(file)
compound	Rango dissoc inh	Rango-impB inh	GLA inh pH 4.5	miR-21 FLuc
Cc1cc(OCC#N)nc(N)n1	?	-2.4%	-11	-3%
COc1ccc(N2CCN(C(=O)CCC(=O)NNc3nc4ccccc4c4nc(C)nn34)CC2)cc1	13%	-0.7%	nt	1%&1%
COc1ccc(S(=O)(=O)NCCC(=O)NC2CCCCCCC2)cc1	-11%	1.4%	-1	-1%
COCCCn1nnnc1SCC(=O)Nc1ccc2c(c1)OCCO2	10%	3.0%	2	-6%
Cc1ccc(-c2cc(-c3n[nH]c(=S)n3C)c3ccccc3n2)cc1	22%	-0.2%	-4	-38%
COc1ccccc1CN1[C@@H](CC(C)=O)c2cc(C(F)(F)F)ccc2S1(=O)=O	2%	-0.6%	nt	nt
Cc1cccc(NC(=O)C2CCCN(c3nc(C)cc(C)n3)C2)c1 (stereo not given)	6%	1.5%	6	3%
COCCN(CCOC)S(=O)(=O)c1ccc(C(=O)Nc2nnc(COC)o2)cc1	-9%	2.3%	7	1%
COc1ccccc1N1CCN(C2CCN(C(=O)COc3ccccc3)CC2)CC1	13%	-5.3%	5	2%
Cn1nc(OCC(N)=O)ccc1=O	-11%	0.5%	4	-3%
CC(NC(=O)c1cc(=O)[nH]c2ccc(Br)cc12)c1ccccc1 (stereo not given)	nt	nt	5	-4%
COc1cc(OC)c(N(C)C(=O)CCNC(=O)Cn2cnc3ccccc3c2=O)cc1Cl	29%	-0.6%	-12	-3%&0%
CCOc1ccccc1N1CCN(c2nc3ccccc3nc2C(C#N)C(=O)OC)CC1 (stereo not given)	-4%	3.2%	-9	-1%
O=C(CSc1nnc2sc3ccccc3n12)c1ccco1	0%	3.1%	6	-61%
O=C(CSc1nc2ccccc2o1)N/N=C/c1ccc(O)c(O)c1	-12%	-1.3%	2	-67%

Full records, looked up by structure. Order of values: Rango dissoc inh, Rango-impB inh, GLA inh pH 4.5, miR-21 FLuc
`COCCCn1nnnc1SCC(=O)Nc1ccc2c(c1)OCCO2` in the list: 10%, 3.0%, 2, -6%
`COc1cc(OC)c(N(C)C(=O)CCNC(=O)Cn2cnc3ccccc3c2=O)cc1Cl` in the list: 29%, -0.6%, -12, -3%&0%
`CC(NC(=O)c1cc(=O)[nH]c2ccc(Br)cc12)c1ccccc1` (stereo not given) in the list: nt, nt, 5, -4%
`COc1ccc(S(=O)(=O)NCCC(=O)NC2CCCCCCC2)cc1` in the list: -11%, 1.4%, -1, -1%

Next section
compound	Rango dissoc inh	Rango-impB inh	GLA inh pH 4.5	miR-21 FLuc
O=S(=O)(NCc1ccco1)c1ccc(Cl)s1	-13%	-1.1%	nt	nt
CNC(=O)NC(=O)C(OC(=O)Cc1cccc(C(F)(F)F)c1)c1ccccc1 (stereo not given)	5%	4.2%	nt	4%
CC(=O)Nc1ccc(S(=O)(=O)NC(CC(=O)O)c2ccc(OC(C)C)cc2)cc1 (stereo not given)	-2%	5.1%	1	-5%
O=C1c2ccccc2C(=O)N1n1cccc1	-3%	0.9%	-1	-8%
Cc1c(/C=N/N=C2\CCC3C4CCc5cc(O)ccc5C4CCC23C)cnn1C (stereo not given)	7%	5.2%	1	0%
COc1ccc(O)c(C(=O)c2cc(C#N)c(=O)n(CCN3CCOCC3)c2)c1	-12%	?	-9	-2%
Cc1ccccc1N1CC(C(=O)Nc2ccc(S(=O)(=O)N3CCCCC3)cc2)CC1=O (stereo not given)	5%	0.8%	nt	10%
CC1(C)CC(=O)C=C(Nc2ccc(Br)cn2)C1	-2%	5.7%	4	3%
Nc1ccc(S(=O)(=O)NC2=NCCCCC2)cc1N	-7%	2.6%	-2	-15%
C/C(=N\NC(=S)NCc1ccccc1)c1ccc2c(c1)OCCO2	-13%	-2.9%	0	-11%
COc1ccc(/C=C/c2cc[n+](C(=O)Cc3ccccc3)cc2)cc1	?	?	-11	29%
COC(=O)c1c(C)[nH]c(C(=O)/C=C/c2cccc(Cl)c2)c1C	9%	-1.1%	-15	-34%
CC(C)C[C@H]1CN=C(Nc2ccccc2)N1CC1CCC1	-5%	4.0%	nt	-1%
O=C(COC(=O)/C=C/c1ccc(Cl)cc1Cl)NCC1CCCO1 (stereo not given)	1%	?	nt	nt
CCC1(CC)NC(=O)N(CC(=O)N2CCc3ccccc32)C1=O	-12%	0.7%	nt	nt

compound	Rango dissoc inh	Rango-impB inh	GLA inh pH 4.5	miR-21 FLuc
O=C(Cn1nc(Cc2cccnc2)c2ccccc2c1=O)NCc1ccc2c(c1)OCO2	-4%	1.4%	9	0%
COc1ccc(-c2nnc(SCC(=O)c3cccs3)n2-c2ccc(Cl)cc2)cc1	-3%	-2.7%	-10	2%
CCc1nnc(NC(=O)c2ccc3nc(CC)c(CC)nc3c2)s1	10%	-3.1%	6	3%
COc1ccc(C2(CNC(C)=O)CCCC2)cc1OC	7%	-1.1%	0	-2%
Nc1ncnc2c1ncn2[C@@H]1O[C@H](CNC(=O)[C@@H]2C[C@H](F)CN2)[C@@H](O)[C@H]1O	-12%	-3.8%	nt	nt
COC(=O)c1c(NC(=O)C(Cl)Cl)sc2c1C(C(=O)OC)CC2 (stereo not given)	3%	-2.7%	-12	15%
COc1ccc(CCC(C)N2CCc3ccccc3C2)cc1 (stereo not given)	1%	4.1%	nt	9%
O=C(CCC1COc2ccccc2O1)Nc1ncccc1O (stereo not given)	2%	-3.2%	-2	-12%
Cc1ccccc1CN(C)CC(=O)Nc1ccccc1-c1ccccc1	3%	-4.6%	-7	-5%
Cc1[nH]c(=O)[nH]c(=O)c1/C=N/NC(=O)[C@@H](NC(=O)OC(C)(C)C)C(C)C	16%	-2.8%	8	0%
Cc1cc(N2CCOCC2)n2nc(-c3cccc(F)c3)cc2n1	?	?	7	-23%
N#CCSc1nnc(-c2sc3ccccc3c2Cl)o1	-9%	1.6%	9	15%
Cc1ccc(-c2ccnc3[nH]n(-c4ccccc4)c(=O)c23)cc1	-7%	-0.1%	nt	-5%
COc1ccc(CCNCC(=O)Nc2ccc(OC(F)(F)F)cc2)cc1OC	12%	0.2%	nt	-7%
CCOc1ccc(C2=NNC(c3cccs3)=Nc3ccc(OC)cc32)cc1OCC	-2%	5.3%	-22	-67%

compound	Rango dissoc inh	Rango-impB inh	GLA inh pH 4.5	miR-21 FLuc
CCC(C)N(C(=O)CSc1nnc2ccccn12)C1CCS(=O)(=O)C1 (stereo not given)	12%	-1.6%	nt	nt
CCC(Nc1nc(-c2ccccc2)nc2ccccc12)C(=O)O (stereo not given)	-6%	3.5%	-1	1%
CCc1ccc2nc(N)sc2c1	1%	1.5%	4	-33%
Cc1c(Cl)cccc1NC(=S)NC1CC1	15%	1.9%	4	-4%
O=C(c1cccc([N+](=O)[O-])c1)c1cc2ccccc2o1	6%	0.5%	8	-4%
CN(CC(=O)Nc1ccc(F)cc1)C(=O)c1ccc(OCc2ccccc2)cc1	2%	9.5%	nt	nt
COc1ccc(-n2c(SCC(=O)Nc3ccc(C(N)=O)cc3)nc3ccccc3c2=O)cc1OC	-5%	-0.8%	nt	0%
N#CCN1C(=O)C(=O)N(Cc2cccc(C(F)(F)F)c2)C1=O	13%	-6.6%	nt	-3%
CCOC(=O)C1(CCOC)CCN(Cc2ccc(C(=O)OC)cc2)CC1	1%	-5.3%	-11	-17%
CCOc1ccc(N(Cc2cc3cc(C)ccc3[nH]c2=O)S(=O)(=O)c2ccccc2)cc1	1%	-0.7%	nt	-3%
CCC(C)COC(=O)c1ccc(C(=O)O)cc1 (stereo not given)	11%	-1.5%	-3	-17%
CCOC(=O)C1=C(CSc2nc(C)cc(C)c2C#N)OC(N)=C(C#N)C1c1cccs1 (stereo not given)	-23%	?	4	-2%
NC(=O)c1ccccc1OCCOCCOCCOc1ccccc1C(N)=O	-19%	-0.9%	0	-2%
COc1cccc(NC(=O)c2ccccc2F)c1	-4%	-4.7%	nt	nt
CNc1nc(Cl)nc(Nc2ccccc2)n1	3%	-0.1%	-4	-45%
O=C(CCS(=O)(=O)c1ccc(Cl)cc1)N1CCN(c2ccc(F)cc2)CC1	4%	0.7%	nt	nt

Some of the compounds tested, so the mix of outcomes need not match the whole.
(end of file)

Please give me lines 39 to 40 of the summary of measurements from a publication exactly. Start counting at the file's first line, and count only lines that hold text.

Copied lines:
compound	Rango dissoc inh	Rango-impB inh	GLA inh pH 4.5	miR-21 FLuc
O=C(Cn1nc(Cc2cccnc2)c2ccccc2c1=O)NCc1ccc2c(c1)OCO2	-4%	1.4%	9	0%